Did you know evidence suggests that dummy use is associated with a reduced risk of SIDS when used consistently?
If you are considering using a dummy with your baby, check out our evidence-based advice below, and make sure you are aware of both the advantages and disadvantages when it comes to dummy use.
While there is strong evidence that dummies are associated with a reduced risk of SIDS, the mechanisms that provide this protection are not yet understood, Red Nose Chief Midwife Jane Wiggill advises.
“If you are using a dummy, make sure you are using it consistently. It should be offered to your baby for all sleep periods,” Jane says.
“If you are breastfeeding, make sure you offer the dummy to your baby only after breastfeeding has been established, which is usually after the first four to six weeks.
“Dummies can be offered to bottle-fed infants from birth.”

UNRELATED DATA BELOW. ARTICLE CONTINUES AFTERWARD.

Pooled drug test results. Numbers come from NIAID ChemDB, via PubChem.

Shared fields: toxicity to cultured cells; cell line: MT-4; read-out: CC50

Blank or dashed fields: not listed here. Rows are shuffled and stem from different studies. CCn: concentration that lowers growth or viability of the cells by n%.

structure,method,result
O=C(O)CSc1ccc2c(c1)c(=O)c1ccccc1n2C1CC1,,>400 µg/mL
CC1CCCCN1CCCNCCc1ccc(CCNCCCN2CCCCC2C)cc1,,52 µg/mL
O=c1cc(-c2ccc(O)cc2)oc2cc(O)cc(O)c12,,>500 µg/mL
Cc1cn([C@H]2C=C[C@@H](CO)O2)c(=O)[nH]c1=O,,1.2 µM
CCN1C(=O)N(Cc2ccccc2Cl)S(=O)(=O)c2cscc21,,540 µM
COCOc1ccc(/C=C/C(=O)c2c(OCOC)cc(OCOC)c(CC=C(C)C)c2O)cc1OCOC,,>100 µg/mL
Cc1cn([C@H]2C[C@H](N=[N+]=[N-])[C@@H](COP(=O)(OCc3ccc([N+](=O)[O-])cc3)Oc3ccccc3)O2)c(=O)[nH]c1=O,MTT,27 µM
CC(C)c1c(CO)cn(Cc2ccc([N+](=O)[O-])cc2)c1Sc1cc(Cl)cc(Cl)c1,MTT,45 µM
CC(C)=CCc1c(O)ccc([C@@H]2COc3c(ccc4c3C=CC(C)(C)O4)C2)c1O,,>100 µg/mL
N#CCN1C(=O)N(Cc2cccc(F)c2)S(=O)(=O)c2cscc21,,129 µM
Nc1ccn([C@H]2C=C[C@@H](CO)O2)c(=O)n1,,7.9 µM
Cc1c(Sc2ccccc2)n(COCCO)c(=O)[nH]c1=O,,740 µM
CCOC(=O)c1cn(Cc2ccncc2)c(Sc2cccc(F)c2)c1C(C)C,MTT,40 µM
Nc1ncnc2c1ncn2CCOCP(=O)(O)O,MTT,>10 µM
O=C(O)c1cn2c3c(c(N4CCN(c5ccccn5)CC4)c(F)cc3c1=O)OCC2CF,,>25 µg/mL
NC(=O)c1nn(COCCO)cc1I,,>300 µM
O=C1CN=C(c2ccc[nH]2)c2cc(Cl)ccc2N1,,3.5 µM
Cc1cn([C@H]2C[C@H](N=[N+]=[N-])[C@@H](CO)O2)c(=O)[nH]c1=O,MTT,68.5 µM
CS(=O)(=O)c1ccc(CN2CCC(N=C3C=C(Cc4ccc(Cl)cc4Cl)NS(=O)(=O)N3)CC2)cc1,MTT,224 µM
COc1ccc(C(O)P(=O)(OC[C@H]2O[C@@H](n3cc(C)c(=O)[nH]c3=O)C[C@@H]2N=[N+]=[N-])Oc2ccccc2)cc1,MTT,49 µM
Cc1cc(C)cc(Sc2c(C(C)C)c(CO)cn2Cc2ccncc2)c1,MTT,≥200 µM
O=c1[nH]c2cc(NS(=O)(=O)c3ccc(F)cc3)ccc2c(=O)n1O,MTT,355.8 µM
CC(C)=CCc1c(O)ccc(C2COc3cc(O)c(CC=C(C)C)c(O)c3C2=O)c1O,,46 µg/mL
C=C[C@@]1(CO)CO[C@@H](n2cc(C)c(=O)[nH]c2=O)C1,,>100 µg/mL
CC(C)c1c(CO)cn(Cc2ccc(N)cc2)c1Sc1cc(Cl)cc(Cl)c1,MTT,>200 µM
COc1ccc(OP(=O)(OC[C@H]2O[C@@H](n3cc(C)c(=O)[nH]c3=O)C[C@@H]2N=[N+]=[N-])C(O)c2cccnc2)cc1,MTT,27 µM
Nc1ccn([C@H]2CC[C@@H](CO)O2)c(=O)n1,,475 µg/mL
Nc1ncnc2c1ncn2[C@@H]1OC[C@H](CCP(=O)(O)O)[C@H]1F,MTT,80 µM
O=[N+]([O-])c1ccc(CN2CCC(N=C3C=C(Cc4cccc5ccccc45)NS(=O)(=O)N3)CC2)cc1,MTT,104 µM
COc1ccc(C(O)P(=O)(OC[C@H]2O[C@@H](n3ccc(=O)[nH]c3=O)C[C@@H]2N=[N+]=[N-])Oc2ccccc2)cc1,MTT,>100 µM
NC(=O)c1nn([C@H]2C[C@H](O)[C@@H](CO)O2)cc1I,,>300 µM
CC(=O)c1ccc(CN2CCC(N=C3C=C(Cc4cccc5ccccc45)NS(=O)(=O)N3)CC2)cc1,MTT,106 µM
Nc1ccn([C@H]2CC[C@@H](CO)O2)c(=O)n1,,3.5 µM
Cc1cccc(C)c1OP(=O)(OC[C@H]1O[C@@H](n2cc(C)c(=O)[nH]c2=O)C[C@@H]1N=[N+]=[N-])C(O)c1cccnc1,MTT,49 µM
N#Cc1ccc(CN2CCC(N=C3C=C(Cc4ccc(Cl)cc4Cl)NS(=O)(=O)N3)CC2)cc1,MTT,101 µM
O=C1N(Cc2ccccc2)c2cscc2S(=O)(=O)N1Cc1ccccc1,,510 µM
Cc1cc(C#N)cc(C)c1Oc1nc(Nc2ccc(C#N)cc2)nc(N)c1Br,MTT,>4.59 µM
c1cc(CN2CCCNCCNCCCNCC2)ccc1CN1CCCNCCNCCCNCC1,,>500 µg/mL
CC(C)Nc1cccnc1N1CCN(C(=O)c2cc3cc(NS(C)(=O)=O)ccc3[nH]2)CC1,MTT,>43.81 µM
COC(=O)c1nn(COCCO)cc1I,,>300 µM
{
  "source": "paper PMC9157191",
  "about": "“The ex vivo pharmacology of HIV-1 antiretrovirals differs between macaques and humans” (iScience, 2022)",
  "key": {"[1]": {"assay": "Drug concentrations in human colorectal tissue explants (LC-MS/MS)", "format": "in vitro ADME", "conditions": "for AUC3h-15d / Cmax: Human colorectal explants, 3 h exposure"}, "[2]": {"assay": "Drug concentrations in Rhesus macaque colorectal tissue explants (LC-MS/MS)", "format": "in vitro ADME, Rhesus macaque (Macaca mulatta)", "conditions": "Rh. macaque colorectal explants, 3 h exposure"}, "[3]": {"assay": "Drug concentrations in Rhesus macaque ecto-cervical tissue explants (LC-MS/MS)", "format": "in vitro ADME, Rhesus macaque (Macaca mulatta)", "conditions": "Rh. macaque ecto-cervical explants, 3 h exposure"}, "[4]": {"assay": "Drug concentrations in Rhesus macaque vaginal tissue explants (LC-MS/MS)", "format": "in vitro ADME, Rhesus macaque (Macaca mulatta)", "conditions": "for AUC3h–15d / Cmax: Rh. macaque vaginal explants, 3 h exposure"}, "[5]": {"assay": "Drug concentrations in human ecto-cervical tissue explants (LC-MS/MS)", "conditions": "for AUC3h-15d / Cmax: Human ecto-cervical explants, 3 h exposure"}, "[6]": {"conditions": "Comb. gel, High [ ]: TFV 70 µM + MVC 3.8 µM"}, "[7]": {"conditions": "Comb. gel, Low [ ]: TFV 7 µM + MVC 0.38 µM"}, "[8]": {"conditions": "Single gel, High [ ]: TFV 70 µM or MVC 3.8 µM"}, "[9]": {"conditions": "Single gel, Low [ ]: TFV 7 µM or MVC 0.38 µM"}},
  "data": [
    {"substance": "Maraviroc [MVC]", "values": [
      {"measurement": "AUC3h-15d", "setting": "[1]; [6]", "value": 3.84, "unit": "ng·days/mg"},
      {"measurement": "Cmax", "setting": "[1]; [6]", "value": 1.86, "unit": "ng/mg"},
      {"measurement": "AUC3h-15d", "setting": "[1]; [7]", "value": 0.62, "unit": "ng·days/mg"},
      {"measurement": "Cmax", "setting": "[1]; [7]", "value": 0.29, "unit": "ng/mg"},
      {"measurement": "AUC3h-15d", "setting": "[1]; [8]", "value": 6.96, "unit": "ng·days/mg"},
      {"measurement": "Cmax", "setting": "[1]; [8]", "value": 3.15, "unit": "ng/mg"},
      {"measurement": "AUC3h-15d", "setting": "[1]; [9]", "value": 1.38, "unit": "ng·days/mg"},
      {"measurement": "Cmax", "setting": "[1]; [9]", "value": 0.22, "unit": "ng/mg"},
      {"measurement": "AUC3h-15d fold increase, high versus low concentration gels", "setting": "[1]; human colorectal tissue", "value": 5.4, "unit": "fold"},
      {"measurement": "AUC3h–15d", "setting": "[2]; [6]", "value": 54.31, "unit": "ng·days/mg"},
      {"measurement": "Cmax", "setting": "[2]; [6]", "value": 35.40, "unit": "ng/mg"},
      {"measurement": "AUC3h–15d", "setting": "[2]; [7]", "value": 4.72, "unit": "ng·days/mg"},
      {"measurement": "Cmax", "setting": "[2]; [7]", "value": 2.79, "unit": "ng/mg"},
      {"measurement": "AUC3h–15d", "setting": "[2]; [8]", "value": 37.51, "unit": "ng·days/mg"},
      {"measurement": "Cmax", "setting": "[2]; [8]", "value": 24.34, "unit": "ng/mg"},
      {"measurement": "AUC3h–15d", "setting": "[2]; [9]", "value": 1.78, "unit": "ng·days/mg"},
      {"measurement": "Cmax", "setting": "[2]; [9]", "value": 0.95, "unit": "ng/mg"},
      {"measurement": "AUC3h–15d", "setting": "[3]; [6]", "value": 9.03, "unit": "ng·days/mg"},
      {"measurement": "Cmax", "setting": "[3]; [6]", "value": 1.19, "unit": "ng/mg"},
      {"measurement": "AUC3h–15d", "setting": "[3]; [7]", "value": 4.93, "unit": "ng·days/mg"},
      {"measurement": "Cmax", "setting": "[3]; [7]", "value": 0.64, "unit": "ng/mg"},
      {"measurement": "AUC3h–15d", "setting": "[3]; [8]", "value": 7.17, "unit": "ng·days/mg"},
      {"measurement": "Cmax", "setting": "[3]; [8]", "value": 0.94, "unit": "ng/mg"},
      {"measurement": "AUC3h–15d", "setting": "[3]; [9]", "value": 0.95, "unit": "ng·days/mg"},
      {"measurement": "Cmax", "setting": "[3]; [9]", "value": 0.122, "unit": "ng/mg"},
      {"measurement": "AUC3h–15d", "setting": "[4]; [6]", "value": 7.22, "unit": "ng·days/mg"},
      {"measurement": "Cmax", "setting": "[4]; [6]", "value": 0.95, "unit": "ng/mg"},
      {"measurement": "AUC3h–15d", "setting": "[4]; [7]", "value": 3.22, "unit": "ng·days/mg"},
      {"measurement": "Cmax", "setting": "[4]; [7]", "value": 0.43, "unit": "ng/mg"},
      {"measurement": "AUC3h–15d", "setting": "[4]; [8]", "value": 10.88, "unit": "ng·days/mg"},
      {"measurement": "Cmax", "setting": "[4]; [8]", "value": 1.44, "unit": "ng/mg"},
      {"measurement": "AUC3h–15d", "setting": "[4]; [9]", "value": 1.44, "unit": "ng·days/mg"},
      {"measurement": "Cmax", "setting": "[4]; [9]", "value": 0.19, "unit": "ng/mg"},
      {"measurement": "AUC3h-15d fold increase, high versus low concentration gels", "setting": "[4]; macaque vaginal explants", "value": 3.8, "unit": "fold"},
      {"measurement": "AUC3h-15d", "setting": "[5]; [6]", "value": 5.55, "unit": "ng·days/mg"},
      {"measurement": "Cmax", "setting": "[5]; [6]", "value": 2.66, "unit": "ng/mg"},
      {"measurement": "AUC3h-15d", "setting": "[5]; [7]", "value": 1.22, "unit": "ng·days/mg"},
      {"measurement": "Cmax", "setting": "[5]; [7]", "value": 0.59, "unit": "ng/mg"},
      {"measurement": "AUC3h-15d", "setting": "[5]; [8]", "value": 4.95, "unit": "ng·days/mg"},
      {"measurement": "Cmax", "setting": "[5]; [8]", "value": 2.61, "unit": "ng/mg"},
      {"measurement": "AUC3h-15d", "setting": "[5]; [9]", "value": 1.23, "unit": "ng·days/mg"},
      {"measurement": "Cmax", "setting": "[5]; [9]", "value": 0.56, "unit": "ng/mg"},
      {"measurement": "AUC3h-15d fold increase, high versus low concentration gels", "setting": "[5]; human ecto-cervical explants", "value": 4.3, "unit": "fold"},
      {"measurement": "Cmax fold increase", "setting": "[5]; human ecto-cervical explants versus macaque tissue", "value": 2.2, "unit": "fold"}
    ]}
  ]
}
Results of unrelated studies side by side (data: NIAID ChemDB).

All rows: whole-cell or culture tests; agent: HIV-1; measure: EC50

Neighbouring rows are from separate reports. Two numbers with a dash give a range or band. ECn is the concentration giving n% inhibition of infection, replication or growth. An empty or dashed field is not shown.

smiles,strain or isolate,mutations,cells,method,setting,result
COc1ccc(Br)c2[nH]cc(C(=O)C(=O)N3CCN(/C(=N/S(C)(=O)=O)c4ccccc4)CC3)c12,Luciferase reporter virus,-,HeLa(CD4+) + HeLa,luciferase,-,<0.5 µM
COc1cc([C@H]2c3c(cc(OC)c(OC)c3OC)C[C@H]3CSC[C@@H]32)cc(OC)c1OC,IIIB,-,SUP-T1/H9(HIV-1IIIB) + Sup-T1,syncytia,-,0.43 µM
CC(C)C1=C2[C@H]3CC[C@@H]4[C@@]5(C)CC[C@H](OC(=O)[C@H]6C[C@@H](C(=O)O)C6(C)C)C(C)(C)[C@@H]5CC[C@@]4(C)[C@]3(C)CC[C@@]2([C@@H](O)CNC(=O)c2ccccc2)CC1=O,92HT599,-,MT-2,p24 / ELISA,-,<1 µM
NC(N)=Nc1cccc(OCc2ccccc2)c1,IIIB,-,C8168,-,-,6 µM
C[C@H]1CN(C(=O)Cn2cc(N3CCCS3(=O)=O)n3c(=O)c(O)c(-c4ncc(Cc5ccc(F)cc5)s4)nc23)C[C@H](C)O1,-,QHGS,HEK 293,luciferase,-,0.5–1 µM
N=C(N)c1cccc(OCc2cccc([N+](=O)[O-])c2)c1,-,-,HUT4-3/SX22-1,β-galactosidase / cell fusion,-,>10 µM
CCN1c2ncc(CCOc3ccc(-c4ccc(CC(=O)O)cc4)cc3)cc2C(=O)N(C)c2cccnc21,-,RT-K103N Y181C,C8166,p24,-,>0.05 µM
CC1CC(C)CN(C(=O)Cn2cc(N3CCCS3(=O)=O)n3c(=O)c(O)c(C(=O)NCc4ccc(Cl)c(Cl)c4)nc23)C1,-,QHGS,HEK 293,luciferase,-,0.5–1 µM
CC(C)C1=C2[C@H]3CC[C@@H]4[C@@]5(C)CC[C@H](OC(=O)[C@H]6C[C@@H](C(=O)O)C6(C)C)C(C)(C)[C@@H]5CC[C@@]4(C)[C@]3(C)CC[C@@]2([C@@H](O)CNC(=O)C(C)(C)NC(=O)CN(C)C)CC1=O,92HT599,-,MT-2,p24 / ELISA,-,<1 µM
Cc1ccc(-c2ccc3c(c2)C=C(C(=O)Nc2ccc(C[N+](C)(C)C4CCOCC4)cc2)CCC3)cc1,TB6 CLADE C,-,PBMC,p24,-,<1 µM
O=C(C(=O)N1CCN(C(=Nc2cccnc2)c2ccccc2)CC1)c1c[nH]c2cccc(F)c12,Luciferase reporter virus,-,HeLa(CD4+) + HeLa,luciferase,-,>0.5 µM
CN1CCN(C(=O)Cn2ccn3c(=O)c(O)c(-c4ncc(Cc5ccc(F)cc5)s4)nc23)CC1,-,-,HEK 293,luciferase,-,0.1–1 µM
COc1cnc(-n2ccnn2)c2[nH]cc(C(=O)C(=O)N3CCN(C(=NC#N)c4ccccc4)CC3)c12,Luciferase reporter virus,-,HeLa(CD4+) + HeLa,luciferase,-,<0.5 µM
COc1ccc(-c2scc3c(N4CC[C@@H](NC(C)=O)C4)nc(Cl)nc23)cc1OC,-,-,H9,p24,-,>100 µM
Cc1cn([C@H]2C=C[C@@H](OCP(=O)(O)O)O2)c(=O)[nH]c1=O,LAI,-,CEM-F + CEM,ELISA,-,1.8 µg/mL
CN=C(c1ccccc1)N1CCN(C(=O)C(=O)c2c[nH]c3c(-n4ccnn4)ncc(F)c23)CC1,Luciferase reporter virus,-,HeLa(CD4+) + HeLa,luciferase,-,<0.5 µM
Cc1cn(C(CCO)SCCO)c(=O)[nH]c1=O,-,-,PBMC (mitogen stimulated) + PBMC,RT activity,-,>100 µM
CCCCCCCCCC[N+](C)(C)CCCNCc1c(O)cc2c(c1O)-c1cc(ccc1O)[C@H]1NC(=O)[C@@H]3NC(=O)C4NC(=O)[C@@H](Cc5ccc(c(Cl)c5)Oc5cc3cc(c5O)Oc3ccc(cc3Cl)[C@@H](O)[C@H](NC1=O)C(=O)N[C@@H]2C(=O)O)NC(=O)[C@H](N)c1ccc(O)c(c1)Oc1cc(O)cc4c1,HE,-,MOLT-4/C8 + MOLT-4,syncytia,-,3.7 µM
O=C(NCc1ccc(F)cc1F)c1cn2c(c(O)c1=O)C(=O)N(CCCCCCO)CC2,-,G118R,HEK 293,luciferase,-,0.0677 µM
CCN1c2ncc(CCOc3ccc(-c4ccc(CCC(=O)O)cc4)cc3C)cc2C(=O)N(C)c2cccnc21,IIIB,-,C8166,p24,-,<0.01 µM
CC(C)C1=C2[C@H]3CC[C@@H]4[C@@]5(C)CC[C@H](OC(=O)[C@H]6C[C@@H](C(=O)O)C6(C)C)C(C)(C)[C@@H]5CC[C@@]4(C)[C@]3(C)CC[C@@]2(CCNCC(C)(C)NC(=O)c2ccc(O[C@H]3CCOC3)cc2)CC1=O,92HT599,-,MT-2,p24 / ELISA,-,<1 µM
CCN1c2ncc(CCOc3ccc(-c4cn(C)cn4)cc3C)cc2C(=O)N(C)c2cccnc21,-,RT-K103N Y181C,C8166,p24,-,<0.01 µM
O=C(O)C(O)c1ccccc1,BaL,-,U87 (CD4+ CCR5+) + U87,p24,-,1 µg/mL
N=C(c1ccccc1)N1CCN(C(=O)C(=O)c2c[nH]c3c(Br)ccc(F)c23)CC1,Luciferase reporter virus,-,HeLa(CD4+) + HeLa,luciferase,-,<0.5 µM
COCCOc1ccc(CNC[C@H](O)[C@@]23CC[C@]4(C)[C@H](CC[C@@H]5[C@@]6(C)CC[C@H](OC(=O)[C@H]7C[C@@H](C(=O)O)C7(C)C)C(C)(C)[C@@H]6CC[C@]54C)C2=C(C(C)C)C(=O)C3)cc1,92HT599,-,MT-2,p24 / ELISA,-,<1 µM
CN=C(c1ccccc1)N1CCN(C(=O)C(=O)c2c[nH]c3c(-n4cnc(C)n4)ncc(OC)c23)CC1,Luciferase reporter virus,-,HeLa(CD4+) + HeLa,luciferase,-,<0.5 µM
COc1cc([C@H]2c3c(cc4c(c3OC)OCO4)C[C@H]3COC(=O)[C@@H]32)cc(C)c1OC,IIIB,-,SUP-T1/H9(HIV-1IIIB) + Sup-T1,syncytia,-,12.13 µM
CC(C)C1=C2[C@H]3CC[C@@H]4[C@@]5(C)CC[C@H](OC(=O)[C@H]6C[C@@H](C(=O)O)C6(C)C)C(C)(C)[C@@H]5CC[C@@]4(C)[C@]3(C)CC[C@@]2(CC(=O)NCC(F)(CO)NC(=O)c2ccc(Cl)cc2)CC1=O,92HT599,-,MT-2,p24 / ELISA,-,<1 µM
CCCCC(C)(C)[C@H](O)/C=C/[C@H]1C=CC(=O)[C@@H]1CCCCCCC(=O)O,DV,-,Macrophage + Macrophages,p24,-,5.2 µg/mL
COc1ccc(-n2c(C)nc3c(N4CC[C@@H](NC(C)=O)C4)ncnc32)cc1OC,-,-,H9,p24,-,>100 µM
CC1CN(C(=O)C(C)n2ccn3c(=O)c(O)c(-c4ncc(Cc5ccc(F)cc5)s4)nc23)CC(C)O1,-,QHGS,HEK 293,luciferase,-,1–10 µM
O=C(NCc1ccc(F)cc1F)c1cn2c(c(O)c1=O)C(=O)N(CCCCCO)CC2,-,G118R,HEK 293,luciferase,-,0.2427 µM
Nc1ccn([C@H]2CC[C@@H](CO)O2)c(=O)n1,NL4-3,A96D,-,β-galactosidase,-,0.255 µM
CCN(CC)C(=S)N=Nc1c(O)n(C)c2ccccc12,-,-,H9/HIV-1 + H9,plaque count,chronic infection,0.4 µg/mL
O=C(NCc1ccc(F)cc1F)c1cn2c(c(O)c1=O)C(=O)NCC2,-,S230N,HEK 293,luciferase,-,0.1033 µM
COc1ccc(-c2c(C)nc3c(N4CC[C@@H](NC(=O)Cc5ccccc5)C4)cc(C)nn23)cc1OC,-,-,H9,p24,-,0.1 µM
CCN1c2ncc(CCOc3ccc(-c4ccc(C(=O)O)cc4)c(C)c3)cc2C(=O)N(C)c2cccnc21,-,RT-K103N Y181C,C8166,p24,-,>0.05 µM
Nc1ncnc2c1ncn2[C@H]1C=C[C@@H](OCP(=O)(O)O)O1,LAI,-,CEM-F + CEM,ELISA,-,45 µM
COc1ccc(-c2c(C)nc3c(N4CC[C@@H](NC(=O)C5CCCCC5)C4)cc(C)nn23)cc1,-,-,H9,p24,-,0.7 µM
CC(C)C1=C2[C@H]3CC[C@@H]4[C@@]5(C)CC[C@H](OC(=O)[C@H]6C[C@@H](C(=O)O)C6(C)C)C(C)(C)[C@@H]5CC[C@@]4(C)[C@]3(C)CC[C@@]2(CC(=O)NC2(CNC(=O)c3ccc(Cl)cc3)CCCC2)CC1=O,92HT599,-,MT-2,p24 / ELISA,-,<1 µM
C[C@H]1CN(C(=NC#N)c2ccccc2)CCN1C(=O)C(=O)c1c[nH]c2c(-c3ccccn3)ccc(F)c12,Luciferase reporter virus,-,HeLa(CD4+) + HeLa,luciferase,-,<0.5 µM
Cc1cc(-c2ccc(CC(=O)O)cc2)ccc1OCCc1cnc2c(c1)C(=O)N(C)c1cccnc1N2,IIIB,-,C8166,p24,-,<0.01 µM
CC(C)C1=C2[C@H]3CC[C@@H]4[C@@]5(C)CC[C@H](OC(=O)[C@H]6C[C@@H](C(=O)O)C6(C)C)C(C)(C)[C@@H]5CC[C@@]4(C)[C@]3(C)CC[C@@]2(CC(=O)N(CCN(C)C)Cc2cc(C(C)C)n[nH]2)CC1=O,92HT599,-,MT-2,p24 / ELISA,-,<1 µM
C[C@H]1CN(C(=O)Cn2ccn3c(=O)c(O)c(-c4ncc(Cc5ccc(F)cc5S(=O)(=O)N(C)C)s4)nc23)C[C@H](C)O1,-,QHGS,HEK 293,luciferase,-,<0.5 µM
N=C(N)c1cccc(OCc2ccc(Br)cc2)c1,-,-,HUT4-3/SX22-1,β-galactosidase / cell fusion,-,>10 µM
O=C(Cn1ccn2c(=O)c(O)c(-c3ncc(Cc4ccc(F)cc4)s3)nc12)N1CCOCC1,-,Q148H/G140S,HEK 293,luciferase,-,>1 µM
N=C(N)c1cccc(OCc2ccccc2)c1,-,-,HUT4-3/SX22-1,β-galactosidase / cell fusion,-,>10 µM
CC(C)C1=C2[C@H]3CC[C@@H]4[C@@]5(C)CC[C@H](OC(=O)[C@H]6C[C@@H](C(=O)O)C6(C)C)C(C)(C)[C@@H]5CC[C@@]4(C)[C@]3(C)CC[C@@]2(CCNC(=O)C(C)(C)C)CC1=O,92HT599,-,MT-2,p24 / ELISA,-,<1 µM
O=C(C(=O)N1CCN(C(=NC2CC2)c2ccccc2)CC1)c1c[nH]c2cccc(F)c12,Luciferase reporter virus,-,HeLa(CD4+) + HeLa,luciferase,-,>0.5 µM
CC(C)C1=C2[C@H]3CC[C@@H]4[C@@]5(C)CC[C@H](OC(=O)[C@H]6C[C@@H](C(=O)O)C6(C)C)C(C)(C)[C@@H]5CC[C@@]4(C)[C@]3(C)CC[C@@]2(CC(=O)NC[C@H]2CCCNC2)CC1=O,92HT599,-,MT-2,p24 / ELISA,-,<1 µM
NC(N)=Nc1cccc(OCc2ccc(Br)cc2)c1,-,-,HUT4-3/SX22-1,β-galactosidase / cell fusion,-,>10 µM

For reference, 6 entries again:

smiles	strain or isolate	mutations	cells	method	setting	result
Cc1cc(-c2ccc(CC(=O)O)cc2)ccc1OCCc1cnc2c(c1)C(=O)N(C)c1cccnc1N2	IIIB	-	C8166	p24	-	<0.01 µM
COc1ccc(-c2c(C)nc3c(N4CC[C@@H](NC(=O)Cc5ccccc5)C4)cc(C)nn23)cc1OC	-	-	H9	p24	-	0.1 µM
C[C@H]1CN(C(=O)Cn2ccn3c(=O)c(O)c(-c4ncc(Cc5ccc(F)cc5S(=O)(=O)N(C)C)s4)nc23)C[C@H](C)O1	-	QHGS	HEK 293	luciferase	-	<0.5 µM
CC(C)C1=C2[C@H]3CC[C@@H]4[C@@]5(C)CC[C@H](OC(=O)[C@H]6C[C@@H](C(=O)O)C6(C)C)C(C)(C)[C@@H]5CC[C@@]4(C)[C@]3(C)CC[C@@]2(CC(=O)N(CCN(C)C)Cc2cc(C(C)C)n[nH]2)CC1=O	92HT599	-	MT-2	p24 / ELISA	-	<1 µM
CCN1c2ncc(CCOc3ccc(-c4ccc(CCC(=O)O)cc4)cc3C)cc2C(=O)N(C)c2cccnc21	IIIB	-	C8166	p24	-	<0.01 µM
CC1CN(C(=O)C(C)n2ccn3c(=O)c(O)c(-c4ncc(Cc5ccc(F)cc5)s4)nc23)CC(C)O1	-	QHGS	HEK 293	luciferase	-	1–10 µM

But, Jane explains, it’s OK if your baby doesn’t want to use a dummy.
“If your baby refuses the dummy, don’t force them to use it,” Jane advises. However, only use a dummy if your baby consistently wants it.
“If your baby doesn’t like using a dummy, wean them from dummy use altogether and make sure to follow Red Nose’s safe sleeping recommendations, including sleeping baby on their back.”
And, after the first year of life, parents can begin to phase out the use of a dummy.
“After your baby turns one, you can look at ways to wean him or her from their dummy,” Jane says.
“Dummies should definitely be discontinued between two to four years of age to reduce the risk of dental misalignment.”
More safe dummy tips:
- If the dummy falls out of baby’s mouth during sleep, do not reinsert it
- Dummies should not be coated in anything sweet
- Dummies should be cleaned often and replaced regularly
- Infants with chronic or recurrent otitis media should be restricted in their use of a dummy